a renewed brawl over farm subsidy has stripped the 'Doha development agenda' from the World Trade Organization (wto)'s multilateral negotiations. On July 24, a 14-hour long closed-door meeting between g6's most prominent trade members of wto -- India, the us, the eu, Australia, Japan and Brazil -- finally brought the 'Doha round', which began five years ago, to an indefinite halt in Geneva.
Pascal Lamy, director general, wto, said after the meeting, "The Doha Development Agenda negotiations have to be suspended because gaps between key players remain too wide."
India and the eu blame the us for the final breakdown of the talks.They say the us demands too high a price from developing countries for cutting the us $20 billion farm subsidies. It demanded a peak tariff regime of 15 per cent for its industrial products and an increased market access into countries like India and Brazil. Until July 22, most of the g6 nations were working in close cooperation. The eu agreed for a tariff of 52 per cent (demand was 54 per cent), India agreed for a tariff cap of 18 per cent (demand was 15 per cent) and the us also agreed for phasing out farm subsidies to an acceptable level.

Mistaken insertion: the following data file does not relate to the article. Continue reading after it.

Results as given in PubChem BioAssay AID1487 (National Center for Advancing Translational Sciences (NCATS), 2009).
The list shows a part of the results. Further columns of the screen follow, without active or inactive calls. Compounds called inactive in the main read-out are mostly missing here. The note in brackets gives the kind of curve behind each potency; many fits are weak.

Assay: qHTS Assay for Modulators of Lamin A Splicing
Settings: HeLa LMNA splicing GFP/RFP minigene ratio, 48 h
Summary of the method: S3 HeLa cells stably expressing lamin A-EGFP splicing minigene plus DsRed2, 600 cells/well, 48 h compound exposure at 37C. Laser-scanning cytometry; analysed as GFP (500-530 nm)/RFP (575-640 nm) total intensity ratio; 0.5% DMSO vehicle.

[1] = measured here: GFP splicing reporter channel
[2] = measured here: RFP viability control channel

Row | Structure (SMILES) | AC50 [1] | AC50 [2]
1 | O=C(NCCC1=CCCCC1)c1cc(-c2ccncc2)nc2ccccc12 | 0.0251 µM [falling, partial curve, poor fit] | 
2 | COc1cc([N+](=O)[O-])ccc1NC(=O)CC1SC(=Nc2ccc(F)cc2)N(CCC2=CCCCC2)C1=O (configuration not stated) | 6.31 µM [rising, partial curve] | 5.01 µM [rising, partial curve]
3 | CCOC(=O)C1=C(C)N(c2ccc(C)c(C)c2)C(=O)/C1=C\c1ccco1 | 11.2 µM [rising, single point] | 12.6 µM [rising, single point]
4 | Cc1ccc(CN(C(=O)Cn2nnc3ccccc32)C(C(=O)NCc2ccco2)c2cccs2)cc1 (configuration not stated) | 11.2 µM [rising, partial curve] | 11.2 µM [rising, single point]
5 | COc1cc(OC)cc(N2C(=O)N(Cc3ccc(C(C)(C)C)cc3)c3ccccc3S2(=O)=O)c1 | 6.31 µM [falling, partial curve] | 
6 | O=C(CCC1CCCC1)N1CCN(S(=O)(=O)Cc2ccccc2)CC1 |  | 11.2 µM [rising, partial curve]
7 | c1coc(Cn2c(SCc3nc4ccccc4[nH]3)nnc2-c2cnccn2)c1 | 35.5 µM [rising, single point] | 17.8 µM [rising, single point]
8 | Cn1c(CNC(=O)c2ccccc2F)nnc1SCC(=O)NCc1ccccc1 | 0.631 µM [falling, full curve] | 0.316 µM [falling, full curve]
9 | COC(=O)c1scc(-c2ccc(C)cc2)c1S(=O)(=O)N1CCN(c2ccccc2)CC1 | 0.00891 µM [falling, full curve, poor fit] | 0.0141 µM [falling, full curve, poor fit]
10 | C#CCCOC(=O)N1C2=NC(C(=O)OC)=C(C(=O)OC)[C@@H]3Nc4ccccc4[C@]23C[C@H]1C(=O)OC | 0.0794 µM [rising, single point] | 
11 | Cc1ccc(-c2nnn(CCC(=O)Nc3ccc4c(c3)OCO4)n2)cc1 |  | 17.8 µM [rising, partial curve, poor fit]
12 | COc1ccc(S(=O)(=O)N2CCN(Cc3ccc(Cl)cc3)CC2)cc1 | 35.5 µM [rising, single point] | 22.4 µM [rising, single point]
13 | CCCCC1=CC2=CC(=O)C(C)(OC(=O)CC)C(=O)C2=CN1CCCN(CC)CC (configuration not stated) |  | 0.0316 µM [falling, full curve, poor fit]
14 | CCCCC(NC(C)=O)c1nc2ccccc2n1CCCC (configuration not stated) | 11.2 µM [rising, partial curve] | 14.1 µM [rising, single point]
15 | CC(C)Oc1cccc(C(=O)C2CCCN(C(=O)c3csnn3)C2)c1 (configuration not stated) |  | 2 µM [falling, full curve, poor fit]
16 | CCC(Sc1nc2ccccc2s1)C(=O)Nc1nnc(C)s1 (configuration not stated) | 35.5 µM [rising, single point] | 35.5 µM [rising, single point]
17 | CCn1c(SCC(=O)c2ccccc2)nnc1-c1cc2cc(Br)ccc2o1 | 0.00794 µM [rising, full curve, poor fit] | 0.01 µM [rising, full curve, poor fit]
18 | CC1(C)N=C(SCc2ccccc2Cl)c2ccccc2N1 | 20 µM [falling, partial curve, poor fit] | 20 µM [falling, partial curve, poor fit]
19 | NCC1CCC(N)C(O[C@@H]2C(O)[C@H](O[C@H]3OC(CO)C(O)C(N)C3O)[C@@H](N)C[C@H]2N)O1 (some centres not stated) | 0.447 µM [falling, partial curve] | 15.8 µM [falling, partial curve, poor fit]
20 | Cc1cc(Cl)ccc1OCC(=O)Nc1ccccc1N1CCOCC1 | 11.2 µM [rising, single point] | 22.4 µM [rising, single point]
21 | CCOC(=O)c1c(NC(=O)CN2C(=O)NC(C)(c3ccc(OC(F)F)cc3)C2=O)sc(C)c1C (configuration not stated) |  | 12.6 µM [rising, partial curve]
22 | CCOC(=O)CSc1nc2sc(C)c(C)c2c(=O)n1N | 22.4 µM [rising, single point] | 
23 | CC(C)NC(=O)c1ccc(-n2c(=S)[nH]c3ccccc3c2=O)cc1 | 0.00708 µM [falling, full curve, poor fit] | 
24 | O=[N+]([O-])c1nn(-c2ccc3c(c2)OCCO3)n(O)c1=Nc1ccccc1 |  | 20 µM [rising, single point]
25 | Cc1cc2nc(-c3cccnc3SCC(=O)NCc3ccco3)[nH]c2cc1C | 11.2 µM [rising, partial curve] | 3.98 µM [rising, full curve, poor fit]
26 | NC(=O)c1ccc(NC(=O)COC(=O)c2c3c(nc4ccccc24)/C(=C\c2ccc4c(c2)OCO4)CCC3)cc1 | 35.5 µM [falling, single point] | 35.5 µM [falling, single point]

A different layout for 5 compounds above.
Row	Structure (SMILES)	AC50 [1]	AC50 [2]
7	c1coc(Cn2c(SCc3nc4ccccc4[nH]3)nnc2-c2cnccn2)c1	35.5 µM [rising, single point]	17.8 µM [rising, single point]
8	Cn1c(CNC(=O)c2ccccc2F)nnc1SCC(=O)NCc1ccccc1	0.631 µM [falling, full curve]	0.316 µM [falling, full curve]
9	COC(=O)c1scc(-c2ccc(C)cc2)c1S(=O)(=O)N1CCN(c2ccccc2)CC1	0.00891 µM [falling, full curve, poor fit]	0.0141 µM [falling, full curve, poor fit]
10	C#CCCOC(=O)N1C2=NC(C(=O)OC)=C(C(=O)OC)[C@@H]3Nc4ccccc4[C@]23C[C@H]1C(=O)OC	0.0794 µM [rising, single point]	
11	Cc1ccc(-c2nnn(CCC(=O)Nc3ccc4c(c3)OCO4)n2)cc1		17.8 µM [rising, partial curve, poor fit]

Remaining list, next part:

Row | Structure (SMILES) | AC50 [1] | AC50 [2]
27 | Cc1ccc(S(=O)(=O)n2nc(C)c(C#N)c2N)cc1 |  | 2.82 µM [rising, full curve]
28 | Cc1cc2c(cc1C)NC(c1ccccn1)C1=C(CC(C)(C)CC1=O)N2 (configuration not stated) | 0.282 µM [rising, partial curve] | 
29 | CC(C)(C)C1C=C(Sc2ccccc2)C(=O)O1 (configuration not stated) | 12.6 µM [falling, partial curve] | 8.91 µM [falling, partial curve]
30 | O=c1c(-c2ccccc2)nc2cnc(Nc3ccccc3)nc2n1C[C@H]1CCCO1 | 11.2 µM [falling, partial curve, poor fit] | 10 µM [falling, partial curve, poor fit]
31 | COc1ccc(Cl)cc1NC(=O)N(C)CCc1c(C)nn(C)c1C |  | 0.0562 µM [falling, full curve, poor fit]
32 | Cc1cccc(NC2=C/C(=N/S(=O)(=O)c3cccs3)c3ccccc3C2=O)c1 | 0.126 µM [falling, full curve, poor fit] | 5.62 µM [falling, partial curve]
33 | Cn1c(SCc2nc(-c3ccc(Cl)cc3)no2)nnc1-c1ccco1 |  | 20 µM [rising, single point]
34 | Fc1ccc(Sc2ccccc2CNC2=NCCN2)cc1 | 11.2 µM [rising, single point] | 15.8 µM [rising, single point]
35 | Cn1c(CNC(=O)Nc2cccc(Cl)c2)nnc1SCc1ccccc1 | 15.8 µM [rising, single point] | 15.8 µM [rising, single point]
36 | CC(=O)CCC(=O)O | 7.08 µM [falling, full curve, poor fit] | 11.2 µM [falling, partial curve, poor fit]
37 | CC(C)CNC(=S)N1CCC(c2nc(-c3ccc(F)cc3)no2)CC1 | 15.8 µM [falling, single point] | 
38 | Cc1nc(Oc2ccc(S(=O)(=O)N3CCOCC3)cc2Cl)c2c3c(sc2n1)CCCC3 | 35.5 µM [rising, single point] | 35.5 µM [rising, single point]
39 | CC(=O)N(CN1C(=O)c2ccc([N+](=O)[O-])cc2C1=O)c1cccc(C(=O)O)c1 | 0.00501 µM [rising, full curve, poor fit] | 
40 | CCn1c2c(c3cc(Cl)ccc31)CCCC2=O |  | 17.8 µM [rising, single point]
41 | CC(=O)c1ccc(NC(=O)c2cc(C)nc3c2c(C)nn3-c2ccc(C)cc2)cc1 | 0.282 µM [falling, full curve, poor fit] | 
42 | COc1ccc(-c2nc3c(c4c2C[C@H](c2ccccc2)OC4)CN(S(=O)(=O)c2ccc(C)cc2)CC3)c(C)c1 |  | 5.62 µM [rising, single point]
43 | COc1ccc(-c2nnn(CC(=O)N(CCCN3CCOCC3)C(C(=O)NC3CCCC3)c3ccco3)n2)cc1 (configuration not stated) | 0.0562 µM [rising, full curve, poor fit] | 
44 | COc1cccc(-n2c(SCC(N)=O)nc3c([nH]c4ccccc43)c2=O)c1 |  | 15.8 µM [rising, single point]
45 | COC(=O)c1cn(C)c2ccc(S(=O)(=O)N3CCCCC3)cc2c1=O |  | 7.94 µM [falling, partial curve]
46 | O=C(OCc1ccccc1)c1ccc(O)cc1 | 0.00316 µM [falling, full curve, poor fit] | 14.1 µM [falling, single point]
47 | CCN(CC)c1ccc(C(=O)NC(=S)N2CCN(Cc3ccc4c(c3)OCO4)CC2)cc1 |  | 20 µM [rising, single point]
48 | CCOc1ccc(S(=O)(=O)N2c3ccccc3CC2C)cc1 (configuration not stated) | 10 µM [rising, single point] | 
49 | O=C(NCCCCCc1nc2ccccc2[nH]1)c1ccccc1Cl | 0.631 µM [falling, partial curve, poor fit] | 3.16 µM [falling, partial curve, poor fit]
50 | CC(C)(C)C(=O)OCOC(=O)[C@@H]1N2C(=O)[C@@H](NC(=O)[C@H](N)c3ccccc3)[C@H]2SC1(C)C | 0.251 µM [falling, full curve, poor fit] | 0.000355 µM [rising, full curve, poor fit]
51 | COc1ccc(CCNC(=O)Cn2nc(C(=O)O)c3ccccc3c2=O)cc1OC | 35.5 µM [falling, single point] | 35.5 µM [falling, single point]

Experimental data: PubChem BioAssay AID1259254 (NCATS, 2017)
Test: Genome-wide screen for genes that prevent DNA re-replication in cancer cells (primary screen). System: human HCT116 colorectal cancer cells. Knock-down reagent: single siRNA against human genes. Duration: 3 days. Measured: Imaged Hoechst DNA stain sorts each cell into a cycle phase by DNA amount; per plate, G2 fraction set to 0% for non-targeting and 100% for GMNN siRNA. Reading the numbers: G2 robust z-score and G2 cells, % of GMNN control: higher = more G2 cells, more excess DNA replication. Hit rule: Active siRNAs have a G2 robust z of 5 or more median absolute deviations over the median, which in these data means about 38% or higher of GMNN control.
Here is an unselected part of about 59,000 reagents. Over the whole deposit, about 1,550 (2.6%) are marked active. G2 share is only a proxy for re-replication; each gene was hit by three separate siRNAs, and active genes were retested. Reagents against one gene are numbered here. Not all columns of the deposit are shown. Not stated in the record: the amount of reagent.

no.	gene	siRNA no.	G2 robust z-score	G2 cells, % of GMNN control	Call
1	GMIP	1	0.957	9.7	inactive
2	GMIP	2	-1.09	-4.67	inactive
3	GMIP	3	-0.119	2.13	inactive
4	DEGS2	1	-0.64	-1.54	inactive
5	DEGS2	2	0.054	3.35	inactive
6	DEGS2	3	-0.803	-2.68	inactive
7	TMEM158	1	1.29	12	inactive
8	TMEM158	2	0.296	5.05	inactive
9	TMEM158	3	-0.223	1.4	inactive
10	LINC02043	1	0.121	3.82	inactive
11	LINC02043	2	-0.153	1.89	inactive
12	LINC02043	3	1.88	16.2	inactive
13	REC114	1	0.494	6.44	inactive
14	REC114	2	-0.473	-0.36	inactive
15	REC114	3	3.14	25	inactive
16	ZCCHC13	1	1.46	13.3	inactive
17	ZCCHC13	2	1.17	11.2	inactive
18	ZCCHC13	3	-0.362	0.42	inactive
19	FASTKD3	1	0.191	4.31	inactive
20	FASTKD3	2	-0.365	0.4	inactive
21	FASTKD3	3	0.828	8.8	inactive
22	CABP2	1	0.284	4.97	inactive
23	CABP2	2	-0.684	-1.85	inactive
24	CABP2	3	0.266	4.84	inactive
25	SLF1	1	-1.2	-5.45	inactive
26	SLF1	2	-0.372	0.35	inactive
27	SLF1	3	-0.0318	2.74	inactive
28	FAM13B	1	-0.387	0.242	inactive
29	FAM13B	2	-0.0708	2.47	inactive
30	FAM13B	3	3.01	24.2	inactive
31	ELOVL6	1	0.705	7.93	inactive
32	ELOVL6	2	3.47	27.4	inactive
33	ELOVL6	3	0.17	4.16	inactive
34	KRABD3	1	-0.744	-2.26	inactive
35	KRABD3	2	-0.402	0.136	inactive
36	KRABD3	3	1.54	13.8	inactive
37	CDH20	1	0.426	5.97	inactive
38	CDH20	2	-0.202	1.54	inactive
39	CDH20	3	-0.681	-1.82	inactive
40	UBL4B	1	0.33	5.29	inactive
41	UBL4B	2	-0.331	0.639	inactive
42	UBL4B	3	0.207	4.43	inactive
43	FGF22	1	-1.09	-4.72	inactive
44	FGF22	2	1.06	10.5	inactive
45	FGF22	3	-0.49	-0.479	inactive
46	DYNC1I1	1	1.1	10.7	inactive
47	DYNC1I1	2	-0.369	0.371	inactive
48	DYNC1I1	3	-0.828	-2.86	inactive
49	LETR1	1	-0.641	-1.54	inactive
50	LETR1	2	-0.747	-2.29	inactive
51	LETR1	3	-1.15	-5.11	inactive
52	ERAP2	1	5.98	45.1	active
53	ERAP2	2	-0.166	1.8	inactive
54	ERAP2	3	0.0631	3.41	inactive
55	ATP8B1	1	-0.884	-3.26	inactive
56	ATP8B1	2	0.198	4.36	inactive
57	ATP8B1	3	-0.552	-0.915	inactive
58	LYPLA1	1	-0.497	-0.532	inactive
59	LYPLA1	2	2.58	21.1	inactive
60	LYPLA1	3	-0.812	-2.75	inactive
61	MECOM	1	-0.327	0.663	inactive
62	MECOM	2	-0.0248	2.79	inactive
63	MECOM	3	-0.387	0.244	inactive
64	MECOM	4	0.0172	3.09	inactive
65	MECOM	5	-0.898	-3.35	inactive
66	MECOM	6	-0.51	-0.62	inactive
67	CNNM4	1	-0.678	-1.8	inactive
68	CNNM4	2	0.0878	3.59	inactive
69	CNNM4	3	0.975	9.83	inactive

But everything turned topsy-turvy when the round table discussions started. According to Union minister of commerce and industry, Kamal Nath, "Everyone put something on the table, but the us said it couldn't see anything concrete on the table." eu trade commissioner Peter Mandelson blamed the us saying, "Surely, the richest and strongest nation in the world, with the highest standards of living, can afford to give as well as take."
The Doha round was the most important round of multilateral trade negotiations after the Uruguay round, which led to the birth of the wto. Even the 'Uruguay round' failed in its fifth year, which led to the drafting of the Dunkel draft -- the pre-cursor to the foundation of wto.
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